Nebraska School Kids From the Past Could Tell You that Winter Blizzards Happen


Blizzard Before Global Warming

Blizzard Before Global Warming

Blizzard Before Global Warming

Nebraska School Kids January 1888

On This Date In History:  Last year, the East Coast, most famously the Washington DC area, had a few giant snow storms.  Some folks blamed Global Warming.  Around Christmas this year, the northeast got slammed by a big old system that dropped 20 inches on Central Park and gave the mayor a big headache.  Now, there is another similar system that has dumped a bunch of snow and ice in the South and promises to adversely affect the northeast again.  My bet is that New York will get a significant amount of snow but I suspect that Boston will be closer to the target of the 2-foot-type snow totals and blizzard warnings.  In between these events, we had a tornado outbreak in the Ozarks and parts of the Midwest.  Ironically, parts of Arkansas that got whacked with twisters a couple of weeks ago have now had to deal with the snow and ice.  I have fully expected Global Warming articles but haven’t seen much yet.  But, you know what?  It is not unprecedented.  I recall a January  tornado that caused fatalities in Owensboro not too many years ago.  This is a La Nina year and that may have more to do with the persistent pattern we’ve had and when you get a change in the pattern, well, then severe weather can occur in between the wintry stuff.  At this point, the models way out are suggesting another potential severe outbreak in the Ozarks in a couple of weeks.  Not sure if it will happen, but its out there.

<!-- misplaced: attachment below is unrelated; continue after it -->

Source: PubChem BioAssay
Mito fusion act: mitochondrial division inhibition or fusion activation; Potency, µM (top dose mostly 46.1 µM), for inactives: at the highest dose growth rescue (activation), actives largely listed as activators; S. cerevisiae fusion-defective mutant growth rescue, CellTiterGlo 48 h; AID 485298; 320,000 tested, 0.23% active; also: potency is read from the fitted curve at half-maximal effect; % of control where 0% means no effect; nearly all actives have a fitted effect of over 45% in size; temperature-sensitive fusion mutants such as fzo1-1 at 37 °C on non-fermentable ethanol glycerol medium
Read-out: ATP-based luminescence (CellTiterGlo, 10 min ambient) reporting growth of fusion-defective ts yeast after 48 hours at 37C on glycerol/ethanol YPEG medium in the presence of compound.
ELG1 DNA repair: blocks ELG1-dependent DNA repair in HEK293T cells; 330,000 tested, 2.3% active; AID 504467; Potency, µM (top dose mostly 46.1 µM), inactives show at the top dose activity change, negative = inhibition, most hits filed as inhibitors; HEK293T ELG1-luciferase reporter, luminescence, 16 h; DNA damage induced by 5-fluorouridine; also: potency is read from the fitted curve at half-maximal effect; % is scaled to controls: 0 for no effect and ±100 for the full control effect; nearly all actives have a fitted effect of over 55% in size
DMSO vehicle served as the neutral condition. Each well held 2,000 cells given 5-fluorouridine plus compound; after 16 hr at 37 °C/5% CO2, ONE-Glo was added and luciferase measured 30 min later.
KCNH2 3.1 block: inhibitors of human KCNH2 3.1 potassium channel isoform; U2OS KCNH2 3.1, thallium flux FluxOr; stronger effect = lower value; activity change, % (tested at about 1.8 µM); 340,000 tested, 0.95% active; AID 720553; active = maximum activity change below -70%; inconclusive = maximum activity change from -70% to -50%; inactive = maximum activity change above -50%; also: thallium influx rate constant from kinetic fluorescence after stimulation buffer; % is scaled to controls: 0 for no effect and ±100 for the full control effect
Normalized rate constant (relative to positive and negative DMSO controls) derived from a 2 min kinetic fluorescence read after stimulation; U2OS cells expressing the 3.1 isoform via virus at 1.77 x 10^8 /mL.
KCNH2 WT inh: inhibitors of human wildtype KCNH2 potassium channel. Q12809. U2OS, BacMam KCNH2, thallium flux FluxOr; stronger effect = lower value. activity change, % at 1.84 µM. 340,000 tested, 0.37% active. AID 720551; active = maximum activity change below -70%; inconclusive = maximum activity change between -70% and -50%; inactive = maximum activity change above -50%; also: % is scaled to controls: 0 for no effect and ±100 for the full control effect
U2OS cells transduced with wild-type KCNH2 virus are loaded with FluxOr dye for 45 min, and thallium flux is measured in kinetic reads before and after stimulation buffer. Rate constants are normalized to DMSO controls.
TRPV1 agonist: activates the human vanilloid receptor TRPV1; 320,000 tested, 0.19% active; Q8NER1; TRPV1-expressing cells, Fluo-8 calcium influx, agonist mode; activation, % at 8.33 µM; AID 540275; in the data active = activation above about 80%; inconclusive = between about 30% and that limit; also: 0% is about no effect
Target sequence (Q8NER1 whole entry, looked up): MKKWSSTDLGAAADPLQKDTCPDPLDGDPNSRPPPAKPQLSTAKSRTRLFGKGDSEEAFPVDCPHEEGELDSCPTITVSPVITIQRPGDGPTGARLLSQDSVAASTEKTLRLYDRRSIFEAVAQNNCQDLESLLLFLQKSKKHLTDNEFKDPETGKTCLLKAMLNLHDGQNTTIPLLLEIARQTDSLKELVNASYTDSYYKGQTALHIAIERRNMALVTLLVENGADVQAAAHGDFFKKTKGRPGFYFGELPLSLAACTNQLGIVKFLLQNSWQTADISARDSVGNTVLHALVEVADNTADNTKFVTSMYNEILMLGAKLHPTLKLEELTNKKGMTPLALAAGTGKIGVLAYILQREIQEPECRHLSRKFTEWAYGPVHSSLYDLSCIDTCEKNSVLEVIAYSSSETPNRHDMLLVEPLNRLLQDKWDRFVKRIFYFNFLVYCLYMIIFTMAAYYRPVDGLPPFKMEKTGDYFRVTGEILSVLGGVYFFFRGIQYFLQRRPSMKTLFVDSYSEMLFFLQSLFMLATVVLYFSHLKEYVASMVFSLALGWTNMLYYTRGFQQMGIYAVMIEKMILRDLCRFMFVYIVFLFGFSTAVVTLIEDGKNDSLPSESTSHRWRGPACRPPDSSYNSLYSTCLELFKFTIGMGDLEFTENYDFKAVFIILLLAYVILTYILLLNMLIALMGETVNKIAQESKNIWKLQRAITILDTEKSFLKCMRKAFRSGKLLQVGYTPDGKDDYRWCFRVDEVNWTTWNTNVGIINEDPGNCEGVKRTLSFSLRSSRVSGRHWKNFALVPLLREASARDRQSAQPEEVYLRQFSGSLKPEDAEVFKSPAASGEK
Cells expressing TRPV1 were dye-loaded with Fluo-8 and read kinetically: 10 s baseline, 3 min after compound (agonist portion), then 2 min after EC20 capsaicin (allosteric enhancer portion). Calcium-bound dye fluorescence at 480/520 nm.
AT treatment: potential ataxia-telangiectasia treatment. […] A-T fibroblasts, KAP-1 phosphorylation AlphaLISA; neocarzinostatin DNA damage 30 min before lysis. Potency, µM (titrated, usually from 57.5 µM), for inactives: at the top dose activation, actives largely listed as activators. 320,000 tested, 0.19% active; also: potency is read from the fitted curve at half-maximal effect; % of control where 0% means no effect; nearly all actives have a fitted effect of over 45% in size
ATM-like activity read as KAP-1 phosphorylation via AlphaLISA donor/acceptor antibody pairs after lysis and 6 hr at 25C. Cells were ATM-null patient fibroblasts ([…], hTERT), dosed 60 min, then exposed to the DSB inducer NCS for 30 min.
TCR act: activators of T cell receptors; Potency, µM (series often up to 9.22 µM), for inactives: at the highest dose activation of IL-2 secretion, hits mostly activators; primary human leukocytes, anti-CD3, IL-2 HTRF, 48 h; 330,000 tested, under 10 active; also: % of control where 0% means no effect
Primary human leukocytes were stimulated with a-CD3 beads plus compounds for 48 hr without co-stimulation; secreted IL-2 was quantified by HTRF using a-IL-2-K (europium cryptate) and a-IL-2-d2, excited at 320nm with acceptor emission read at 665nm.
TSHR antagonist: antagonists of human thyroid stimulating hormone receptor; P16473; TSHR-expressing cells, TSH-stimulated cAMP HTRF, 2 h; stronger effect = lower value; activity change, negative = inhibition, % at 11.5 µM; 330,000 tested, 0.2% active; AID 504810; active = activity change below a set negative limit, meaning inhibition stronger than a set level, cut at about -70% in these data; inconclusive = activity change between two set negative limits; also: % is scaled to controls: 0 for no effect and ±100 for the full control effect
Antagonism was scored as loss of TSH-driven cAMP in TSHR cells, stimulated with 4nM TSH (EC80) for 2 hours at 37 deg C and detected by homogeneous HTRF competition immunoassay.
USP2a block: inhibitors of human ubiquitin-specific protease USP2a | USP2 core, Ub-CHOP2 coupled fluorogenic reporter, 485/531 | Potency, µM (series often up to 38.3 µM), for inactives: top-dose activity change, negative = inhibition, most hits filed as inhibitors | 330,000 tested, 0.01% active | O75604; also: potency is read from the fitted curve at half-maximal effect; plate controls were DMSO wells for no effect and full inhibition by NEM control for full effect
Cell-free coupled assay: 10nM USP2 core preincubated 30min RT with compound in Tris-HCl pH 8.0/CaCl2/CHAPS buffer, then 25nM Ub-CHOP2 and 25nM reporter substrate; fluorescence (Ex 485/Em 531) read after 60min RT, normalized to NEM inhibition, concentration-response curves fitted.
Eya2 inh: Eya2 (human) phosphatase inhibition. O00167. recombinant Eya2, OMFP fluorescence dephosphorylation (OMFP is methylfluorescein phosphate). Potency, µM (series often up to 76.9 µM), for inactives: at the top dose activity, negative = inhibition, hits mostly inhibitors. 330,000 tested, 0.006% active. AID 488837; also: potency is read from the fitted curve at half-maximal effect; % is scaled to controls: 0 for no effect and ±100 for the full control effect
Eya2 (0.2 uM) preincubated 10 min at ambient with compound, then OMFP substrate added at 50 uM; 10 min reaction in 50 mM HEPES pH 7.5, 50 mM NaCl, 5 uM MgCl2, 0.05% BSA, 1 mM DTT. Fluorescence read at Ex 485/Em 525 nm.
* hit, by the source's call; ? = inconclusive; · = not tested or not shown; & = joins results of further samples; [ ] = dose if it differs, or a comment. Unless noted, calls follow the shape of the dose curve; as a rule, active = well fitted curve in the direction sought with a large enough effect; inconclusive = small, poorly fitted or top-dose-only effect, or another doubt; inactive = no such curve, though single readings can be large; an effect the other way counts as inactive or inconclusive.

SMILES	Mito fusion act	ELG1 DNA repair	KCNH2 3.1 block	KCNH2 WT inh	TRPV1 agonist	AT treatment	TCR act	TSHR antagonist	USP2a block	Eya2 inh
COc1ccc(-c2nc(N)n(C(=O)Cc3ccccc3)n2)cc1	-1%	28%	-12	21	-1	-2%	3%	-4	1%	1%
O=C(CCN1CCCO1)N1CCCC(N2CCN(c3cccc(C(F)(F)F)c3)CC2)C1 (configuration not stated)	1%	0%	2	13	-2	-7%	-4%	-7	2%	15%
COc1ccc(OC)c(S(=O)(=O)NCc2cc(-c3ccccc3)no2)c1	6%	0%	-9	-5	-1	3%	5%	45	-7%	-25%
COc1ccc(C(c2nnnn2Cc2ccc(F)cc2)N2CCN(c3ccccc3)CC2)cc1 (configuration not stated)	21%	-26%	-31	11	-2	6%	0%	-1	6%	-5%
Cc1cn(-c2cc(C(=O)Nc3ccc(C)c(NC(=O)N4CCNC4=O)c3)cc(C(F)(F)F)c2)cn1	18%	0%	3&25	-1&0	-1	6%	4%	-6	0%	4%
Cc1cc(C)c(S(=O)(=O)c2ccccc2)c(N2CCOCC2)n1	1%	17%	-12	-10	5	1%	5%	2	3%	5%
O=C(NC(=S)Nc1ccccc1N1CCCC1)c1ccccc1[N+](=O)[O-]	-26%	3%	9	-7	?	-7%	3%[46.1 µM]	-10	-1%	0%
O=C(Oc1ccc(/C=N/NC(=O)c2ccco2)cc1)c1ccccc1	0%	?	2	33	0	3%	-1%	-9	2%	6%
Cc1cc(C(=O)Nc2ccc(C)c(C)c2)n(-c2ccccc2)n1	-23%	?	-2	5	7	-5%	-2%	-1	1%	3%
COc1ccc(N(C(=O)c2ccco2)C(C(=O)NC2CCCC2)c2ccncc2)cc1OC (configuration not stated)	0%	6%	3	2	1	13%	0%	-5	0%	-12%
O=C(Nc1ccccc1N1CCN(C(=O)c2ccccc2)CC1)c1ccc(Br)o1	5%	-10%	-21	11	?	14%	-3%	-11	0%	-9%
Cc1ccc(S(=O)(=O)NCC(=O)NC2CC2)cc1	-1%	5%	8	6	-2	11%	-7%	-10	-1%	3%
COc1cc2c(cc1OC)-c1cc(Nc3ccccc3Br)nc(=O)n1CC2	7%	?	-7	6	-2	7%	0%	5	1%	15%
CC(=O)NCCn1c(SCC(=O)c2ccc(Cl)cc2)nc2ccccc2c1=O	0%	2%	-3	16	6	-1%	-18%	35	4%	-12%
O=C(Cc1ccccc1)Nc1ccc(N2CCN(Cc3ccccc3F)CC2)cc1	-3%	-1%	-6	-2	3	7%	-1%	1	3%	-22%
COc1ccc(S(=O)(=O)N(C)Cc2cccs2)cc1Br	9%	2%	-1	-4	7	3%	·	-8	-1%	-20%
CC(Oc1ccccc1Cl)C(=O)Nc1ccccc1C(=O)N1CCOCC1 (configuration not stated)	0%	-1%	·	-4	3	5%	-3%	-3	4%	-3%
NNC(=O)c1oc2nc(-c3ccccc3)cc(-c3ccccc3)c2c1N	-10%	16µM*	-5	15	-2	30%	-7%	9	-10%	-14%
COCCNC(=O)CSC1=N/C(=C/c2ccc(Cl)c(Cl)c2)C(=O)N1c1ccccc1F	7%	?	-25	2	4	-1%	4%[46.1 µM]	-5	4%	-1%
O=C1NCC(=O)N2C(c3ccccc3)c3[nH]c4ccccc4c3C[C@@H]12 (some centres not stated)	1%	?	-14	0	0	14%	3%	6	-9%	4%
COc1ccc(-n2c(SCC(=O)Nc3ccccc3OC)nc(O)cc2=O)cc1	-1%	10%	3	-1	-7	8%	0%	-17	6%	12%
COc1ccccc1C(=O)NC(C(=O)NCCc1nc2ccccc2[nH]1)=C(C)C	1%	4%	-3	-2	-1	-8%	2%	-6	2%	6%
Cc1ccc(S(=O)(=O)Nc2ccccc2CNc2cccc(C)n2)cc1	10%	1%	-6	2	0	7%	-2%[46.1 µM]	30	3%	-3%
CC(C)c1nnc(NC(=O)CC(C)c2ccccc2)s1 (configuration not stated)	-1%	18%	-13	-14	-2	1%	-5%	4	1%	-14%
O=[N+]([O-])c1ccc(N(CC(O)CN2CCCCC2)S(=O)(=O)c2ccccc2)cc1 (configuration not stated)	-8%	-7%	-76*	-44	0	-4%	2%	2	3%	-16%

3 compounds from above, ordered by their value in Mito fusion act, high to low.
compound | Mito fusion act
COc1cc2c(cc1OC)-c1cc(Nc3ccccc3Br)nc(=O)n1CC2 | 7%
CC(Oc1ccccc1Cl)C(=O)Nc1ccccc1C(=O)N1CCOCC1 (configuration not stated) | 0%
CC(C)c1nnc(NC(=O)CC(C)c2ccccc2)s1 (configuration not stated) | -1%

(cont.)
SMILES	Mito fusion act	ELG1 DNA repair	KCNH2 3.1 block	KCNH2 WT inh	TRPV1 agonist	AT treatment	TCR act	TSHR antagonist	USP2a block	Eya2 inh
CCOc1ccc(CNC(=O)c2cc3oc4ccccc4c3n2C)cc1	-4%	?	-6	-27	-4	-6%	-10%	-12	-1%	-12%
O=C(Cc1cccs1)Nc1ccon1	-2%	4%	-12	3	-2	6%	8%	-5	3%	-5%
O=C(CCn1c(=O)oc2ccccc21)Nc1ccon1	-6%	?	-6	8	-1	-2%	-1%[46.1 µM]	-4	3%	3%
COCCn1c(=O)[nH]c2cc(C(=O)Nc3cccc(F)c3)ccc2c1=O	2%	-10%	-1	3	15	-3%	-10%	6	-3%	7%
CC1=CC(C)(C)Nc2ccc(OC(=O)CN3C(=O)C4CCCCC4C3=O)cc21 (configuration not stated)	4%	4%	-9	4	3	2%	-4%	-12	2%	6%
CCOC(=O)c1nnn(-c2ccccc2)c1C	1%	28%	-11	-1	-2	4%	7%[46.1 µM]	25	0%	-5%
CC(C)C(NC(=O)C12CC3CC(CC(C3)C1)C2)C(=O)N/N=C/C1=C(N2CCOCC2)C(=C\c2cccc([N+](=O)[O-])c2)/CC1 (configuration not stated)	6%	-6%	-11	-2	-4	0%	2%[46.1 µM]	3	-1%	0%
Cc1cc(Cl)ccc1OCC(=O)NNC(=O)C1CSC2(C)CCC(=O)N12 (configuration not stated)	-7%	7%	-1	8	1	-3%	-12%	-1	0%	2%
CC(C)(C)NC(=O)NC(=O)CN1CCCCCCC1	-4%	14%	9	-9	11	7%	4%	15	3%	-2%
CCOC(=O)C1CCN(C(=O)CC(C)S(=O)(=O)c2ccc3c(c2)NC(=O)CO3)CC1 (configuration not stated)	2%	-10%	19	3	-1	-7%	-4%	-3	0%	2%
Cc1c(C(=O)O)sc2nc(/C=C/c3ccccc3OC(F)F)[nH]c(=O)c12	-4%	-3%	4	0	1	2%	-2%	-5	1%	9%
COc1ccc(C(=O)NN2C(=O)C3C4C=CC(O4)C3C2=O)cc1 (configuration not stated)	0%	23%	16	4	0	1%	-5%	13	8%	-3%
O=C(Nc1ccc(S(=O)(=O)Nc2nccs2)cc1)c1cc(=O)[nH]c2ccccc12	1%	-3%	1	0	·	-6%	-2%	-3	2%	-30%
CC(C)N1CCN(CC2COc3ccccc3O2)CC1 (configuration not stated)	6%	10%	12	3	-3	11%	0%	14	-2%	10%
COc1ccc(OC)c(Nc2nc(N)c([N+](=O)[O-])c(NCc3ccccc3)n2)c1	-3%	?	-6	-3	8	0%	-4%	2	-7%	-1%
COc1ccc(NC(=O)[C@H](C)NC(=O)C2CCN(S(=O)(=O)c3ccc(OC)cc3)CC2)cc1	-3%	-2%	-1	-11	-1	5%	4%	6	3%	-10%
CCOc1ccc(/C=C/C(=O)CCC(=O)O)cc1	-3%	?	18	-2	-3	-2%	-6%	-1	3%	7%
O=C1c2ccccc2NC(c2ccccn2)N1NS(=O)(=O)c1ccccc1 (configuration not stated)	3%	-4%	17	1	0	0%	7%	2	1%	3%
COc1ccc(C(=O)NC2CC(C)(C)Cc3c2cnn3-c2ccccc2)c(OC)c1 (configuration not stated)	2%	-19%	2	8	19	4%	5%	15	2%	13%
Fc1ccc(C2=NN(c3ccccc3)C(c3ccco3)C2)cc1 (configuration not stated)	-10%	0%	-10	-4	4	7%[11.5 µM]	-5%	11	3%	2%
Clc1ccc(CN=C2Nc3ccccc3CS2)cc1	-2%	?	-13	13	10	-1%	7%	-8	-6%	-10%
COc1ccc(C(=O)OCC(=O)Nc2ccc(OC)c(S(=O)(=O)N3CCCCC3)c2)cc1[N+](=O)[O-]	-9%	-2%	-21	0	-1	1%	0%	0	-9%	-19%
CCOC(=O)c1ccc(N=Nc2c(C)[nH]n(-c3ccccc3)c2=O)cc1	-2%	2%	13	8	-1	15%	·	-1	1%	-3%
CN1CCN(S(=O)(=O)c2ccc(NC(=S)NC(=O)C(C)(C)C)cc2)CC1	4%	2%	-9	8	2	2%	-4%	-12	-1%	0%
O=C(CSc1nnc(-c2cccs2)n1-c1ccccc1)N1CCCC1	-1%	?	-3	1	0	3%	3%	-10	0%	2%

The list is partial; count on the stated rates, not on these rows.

While its been snowing in Atlanta, its been in the upper 70’s to near 80 in South Florida, that is about normal. As I alluded, it’s not out of the question that we get a warm up for a few days in the South in a couple of weeks.   Winter weather is not unusual and neither are warm ups, which are  so common that it is known as a “false spring”.  In the Midwest, January 11,888 had been unseasonably warm as had the morning of January 12. A cold front came barreling down with air that dropped temperatures well below zero with high winds. Some reports of the day say that the mercury fell 100 degrees in 24 hours. ..while its possible, that may be an exaggeration.

You Can Read The Book

You Can Read The Book

You Can Read The Book
When the mercury fell, the snow began to fall. Most likely a shortwave blew up from the southwest and grabbed all of the warm moist air to the south and threw it over the cold air. People who had gone to work and especially school children had not dressed for the extreme cold as the whole thing was a total surprise. 235 people died that day, many of them school children trying to get home. Hence, on this date in 1888, the Midwest of the United States suffered from what is now known as either the “Schoolhouse Blizzard,” “The Big Brash Blizzard of 1888” or the “Schoolchildren’s Blizzard.” One story holds that a teacher was trapped in her schoolhouse with 3 children and by 3 pm they had run out of heating fuel. She tried to lead them 82 yards to her boarding house. Visibility was so poor that they got lost in the short distance and the 3 kids died. She survived but lost her feet to frostbite. There are many other tales of rescues using rope to tie children together as they tried to get to safety.  The meteorological details surrounding the 1888 blizzard are interesting and the individual stories quite harrowing.